Bitterroot owns 363 square miles of mineral rights in Michigan's Upper Peninsula, mainly in Ontonagon, Houghton, Baraga, and Iron Counties. These lands are subdivided into two general packages - the Voyageur Lands (257 square miles) and the Copper Range Lands (106 square miles). Through its wholly-owned subsidiary, Trans Superior Resources, Inc., Bitterroot is one of the larger owners of mineral rights in the Upper Peninsula.
Bitterroot has identified several Ni/Cu/PGM targets on its Upper Peninsula mineral rights. These targets are prospective for Ni/Cu/PGM-bearing sulphide deposits similar to the high-grade Eagle deposit (5.2 million tonnes of 2.9% Ni and 2.5% Cu), which Rio Tinto recently sold to Lundin Mining Corporation for $325-million. Lundin has disclosed that it will invest an additional $400 million into the project prior to entering production in late 2014.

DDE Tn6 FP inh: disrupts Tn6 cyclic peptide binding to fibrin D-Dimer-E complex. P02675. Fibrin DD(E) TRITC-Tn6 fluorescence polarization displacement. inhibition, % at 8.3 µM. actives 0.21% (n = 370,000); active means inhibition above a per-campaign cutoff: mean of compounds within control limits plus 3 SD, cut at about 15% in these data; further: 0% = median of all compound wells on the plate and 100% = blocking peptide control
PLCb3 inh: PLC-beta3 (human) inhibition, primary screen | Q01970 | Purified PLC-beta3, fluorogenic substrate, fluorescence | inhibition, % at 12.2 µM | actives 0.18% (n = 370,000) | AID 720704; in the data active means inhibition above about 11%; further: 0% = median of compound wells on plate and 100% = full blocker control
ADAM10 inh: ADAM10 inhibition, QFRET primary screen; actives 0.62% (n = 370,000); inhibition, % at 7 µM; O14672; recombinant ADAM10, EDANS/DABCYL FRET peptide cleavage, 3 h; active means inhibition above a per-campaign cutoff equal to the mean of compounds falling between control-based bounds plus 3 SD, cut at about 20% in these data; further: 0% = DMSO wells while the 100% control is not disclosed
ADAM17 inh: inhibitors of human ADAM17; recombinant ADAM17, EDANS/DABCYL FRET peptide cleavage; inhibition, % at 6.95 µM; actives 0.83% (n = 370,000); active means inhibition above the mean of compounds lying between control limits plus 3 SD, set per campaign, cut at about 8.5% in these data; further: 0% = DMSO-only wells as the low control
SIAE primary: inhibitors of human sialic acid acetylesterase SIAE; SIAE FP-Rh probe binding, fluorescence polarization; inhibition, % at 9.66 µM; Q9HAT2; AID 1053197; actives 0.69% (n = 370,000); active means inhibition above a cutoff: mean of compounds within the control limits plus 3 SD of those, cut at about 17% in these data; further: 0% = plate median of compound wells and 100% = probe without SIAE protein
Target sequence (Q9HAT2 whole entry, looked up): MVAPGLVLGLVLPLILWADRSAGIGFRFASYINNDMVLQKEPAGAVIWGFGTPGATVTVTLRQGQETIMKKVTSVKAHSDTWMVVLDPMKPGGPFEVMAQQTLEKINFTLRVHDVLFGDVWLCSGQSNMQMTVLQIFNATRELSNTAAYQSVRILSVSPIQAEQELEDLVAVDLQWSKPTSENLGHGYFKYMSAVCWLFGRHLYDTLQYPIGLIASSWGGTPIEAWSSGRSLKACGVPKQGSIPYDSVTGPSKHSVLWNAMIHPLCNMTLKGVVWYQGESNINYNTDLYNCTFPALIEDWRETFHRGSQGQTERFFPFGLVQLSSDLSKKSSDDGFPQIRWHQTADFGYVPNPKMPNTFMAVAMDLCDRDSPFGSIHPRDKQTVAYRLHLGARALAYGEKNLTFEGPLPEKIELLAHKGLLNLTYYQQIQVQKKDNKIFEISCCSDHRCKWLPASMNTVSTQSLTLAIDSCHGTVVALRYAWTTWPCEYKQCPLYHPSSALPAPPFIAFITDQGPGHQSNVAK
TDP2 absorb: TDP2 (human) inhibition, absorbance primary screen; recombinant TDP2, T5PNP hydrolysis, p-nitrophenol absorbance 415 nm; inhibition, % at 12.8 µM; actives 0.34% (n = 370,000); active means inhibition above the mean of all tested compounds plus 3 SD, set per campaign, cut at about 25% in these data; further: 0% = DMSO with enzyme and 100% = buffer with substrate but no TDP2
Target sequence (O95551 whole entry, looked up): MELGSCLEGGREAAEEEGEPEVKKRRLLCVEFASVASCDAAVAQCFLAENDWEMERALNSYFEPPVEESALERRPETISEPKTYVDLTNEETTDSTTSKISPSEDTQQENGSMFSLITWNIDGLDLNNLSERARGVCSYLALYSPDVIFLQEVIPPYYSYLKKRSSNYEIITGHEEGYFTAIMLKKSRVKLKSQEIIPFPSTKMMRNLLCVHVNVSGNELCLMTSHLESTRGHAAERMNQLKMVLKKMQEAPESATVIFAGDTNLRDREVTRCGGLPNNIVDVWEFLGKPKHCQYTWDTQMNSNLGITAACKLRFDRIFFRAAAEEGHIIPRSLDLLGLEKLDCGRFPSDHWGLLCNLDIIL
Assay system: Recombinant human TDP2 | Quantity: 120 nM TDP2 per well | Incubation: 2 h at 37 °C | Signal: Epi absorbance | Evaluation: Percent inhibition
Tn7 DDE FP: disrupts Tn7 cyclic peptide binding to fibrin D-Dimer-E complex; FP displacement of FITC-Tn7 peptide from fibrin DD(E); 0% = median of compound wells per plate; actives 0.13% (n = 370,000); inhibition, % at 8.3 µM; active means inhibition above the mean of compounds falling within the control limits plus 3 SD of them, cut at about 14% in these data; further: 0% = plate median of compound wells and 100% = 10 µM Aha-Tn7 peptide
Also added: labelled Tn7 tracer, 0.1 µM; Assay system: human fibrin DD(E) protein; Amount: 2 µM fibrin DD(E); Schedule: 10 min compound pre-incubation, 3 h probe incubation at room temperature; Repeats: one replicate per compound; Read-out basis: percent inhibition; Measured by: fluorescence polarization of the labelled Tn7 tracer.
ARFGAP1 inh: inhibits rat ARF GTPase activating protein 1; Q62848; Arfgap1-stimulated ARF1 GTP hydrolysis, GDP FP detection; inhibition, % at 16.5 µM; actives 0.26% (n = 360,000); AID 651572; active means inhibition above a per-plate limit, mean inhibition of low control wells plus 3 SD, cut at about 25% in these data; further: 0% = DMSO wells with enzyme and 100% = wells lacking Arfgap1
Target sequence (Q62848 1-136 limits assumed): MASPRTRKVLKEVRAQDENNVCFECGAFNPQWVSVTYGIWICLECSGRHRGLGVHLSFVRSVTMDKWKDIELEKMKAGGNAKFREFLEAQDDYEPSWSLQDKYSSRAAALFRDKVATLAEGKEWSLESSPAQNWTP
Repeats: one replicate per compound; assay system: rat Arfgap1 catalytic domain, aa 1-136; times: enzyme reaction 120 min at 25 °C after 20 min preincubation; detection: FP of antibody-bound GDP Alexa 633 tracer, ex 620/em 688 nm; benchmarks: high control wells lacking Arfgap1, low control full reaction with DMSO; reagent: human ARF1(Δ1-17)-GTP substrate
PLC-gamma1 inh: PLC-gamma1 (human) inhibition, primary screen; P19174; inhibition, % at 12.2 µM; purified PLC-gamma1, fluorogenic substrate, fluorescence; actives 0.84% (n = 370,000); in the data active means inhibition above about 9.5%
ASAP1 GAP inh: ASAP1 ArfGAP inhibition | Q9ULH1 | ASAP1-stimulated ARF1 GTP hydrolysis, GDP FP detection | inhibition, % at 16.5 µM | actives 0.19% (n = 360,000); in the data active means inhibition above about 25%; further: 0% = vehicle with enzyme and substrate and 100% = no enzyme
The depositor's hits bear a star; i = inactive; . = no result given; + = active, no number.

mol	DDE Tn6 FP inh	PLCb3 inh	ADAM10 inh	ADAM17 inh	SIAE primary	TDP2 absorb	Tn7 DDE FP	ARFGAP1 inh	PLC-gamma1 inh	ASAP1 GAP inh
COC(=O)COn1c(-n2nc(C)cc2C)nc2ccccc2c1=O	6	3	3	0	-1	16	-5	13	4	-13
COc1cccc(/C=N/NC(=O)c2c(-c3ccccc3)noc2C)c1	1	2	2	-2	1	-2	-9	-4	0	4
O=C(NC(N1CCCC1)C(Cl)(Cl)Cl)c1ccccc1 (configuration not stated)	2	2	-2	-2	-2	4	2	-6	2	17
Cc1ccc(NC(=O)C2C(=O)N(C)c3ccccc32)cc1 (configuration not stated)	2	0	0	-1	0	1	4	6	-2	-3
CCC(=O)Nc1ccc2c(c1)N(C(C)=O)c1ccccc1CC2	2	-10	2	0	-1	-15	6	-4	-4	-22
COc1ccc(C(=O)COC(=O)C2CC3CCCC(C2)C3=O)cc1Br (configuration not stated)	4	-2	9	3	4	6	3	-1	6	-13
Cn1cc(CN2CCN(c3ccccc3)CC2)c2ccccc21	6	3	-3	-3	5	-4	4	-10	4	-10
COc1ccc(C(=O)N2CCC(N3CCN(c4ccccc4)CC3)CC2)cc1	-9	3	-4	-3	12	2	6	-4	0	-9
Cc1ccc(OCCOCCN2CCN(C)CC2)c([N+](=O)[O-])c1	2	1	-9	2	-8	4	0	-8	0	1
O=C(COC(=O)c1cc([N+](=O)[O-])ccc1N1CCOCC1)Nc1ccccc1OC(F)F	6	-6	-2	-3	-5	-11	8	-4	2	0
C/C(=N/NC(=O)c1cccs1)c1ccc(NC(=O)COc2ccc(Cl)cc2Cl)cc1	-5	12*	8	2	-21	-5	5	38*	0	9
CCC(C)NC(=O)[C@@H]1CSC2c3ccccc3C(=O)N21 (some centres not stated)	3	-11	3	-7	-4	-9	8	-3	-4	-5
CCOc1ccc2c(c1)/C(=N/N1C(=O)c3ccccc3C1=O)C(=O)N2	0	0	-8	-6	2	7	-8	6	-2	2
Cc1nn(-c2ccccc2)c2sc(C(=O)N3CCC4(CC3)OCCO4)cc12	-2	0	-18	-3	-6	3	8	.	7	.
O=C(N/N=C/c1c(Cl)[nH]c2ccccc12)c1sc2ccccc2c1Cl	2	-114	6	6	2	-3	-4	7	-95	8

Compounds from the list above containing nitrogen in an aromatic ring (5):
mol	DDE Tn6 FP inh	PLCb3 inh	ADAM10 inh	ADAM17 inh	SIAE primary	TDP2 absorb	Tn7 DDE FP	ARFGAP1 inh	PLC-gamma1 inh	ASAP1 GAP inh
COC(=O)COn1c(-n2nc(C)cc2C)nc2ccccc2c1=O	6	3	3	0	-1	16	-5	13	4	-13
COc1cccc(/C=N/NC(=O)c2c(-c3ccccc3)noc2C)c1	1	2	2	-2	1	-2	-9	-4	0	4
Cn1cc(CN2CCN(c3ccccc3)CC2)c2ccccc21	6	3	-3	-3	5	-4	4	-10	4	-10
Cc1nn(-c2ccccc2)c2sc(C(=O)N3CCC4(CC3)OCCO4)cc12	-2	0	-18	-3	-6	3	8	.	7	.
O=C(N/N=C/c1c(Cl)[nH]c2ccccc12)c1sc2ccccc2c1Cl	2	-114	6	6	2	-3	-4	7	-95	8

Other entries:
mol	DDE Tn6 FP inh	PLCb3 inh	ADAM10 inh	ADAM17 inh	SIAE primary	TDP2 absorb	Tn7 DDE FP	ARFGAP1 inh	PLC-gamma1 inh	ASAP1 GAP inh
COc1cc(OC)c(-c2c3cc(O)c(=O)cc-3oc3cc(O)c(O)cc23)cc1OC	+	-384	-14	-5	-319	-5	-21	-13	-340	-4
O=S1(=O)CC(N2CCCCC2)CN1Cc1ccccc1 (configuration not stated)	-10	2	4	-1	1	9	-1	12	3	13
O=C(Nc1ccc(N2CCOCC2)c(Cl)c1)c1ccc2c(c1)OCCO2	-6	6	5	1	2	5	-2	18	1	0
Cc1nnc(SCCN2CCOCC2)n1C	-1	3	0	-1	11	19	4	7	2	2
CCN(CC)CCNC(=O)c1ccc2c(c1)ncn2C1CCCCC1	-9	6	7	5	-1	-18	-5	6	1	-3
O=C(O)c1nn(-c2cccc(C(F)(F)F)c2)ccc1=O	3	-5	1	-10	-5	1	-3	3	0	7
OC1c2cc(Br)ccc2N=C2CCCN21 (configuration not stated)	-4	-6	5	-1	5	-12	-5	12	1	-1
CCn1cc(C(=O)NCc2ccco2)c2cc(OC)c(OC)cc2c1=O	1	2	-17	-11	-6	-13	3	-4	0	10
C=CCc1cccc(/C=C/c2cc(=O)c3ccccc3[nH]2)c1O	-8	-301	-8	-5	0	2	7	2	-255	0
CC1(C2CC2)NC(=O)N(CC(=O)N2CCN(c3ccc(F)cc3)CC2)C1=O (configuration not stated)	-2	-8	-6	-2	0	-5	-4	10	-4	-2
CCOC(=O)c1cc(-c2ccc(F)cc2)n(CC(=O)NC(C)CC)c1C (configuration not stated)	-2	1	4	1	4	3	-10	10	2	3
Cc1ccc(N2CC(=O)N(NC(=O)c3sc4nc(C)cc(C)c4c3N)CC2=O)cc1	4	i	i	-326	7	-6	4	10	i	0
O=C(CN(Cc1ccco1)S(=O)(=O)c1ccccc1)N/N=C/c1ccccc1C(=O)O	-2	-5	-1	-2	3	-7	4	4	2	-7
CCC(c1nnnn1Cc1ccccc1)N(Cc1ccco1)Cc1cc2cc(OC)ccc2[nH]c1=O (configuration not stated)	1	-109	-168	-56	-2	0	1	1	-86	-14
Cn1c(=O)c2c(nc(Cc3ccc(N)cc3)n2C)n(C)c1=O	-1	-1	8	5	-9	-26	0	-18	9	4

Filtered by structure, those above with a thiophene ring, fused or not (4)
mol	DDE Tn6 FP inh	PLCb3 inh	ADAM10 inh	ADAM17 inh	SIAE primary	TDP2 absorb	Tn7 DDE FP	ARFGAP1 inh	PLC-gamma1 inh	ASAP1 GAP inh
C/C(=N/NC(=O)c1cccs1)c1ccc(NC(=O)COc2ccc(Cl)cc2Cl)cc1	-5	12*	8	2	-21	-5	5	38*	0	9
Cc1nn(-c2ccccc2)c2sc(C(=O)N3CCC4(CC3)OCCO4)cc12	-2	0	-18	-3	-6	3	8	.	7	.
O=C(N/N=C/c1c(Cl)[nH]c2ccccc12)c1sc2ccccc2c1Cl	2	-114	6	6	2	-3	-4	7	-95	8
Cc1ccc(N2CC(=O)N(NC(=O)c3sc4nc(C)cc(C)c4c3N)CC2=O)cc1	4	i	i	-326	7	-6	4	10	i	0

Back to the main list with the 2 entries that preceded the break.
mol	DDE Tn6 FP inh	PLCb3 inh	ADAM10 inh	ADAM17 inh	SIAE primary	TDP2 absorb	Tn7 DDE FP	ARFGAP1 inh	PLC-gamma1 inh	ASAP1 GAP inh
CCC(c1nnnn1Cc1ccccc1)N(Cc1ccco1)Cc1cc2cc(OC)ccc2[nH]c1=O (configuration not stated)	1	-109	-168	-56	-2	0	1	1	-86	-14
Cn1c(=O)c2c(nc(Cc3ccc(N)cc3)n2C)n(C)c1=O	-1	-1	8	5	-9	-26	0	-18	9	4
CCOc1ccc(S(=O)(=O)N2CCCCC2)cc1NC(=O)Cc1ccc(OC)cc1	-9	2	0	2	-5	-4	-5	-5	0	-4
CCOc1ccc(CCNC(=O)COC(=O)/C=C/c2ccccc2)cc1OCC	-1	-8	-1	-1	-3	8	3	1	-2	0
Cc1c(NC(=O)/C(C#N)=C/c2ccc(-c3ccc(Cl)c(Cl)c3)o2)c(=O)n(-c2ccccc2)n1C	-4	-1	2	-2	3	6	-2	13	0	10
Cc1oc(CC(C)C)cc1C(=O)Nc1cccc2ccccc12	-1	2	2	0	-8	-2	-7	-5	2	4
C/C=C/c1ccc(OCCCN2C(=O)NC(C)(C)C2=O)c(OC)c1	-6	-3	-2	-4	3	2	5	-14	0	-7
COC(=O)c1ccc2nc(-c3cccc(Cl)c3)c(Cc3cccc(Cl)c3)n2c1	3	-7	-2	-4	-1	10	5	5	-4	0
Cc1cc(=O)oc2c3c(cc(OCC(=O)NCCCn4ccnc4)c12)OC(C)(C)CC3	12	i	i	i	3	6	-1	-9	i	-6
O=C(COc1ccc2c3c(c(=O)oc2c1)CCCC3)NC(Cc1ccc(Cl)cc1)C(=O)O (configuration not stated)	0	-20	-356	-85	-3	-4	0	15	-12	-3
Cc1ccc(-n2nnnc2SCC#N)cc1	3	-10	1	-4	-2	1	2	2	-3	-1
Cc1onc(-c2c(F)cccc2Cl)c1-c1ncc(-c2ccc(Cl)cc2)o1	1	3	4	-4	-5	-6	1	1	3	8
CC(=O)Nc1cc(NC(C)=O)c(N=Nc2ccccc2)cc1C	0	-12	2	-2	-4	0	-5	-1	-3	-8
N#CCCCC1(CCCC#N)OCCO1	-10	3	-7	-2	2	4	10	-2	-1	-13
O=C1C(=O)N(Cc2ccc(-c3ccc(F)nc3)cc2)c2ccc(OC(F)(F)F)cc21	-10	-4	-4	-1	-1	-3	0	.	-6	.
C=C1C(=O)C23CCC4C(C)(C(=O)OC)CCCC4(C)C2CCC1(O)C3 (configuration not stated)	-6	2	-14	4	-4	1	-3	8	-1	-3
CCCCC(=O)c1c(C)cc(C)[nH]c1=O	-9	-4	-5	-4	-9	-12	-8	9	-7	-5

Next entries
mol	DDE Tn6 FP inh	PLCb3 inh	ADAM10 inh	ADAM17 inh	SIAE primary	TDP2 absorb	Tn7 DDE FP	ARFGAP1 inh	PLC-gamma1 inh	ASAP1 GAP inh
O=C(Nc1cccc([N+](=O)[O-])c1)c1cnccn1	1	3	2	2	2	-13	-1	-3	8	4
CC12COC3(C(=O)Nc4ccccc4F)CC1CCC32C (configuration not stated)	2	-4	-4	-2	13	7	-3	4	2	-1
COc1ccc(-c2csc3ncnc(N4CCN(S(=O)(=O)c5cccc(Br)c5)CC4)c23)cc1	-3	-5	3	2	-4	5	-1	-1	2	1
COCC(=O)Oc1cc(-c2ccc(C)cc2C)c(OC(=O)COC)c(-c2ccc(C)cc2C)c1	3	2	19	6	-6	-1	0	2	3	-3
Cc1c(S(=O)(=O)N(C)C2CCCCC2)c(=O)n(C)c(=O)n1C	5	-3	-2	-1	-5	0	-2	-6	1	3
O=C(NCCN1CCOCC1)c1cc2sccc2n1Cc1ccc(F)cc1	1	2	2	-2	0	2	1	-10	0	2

Michigan is an ideal location for Ni/Cu/PGM exploration for many reasons, including:
- its mid-Proterozoic Ni/Cu/PGM conduit-hosted mineralization occurs in a geologic environment similar to giant nickel deposits like Noril'sk and Voisey's Bay;
- the relatively small but high-grade Eagle deposit contains more than $2-billion of in-situ Ni/Cu/PGM;
- Rio Tinto has recently been exploring for additional deposits similar to Eagle on lands immediately adjacent to Bitterroot's mineral rights;
- outstanding local infrastructure, including power, railroads, highways, and access to Great Lakes ports, together with relatively low drilling and operating costs;
- brownfields mineral processing site availability at White Pine; skilled and motivated local labor force;
- favorable political environment, with mining laws recently modernized to accommodate mine development at Eagle;
Bitterroot has had an active presence exploring Upper Michigan since the mid-1990s and has developed extensive regional knowledge and contacts. The Company is preparing to drill three 100%-owned Ni/Cu/PGM targets as it continues to add to its vast mineral rights package.